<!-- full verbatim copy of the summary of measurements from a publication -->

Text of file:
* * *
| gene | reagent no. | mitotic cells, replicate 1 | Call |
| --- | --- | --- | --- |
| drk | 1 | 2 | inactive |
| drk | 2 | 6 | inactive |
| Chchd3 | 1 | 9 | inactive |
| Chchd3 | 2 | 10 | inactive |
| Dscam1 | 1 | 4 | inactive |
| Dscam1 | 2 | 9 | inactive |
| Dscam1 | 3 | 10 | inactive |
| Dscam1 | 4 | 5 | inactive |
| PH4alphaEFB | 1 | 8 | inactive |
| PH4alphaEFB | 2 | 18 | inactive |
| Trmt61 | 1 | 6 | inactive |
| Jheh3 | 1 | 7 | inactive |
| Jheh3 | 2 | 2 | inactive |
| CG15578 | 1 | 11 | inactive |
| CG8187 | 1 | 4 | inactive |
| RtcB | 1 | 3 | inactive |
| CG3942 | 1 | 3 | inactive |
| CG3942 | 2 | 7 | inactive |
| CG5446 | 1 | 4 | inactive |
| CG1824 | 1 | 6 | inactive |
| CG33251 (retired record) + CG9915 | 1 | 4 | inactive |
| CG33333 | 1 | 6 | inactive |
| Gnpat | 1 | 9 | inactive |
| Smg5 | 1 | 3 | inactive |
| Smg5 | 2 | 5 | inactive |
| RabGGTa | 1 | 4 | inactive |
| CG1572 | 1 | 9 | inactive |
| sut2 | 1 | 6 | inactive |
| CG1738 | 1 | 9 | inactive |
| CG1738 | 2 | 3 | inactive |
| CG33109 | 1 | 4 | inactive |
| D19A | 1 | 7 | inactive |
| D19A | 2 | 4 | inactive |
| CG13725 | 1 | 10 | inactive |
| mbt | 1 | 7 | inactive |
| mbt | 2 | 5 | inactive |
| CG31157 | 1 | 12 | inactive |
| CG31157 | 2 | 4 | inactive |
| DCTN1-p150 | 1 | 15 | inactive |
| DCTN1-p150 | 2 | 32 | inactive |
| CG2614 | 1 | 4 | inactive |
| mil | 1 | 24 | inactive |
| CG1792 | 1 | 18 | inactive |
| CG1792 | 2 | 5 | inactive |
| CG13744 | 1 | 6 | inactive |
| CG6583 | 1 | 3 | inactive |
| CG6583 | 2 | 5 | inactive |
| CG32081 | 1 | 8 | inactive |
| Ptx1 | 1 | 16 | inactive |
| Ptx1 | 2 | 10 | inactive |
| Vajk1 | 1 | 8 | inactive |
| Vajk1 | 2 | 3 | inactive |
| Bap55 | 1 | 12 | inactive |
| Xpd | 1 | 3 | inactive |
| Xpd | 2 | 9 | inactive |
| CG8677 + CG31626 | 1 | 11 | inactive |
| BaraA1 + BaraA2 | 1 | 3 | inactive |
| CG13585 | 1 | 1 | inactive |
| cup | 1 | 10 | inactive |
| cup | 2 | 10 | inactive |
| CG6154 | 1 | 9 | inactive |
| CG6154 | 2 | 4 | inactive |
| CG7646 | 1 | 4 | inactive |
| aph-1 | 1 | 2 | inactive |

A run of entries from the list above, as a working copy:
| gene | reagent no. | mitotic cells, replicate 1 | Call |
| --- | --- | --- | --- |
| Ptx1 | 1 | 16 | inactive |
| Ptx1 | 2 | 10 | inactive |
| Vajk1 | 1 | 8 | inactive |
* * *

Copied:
| gene | reagent no. | mitotic cells, replicate 1 | Call |
| --- | --- | --- | --- |
| drk | 1 | 2 | inactive |
| drk | 2 | 6 | inactive |
| Chchd3 | 1 | 9 | inactive |
| Chchd3 | 2 | 10 | inactive |
| Dscam1 | 1 | 4 | inactive |
| Dscam1 | 2 | 9 | inactive |
| Dscam1 | 3 | 10 | inactive |
| Dscam1 | 4 | 5 | inactive |
| PH4alphaEFB | 1 | 8 | inactive |
| PH4alphaEFB | 2 | 18 | inactive |
| Trmt61 | 1 | 6 | inactive |
| Jheh3 | 1 | 7 | inactive |
| Jheh3 | 2 | 2 | inactive |
| CG15578 | 1 | 11 | inactive |
| CG8187 | 1 | 4 | inactive |
| RtcB | 1 | 3 | inactive |
| CG3942 | 1 | 3 | inactive |
| CG3942 | 2 | 7 | inactive |
| CG5446 | 1 | 4 | inactive |
| CG1824 | 1 | 6 | inactive |
| CG33251 (retired record) + CG9915 | 1 | 4 | inactive |
| CG33333 | 1 | 6 | inactive |
| Gnpat | 1 | 9 | inactive |
| Smg5 | 1 | 3 | inactive |
| Smg5 | 2 | 5 | inactive |
| RabGGTa | 1 | 4 | inactive |
| CG1572 | 1 | 9 | inactive |
| sut2 | 1 | 6 | inactive |
| CG1738 | 1 | 9 | inactive |
| CG1738 | 2 | 3 | inactive |
| CG33109 | 1 | 4 | inactive |
| D19A | 1 | 7 | inactive |
| D19A | 2 | 4 | inactive |
| CG13725 | 1 | 10 | inactive |
| mbt | 1 | 7 | inactive |
| mbt | 2 | 5 | inactive |
| CG31157 | 1 | 12 | inactive |
| CG31157 | 2 | 4 | inactive |
| DCTN1-p150 | 1 | 15 | inactive |
| DCTN1-p150 | 2 | 32 | inactive |
| CG2614 | 1 | 4 | inactive |
| mil | 1 | 24 | inactive |
| CG1792 | 1 | 18 | inactive |
| CG1792 | 2 | 5 | inactive |
| CG13744 | 1 | 6 | inactive |
| CG6583 | 1 | 3 | inactive |
| CG6583 | 2 | 5 | inactive |
| CG32081 | 1 | 8 | inactive |
| Ptx1 | 1 | 16 | inactive |
| Ptx1 | 2 | 10 | inactive |
| Vajk1 | 1 | 8 | inactive |
| Vajk1 | 2 | 3 | inactive |
| Bap55 | 1 | 12 | inactive |
| Xpd | 1 | 3 | inactive |
| Xpd | 2 | 9 | inactive |
| CG8677 + CG31626 | 1 | 11 | inactive |
| BaraA1 + BaraA2 | 1 | 3 | inactive |
| CG13585 | 1 | 1 | inactive |
| cup | 1 | 10 | inactive |
| cup | 2 | 10 | inactive |
| CG6154 | 1 | 9 | inactive |
| CG6154 | 2 | 4 | inactive |
| CG7646 | 1 | 4 | inactive |
| aph-1 | 1 | 2 | inactive |

A run of entries from the list above, as a working copy:
| gene | reagent no. | mitotic cells, replicate 1 | Call |
| --- | --- | --- | --- |
| Ptx1 | 1 | 16 | inactive |
| Ptx1 | 2 | 10 | inactive |
| Vajk1 | 1 | 8 | inactive |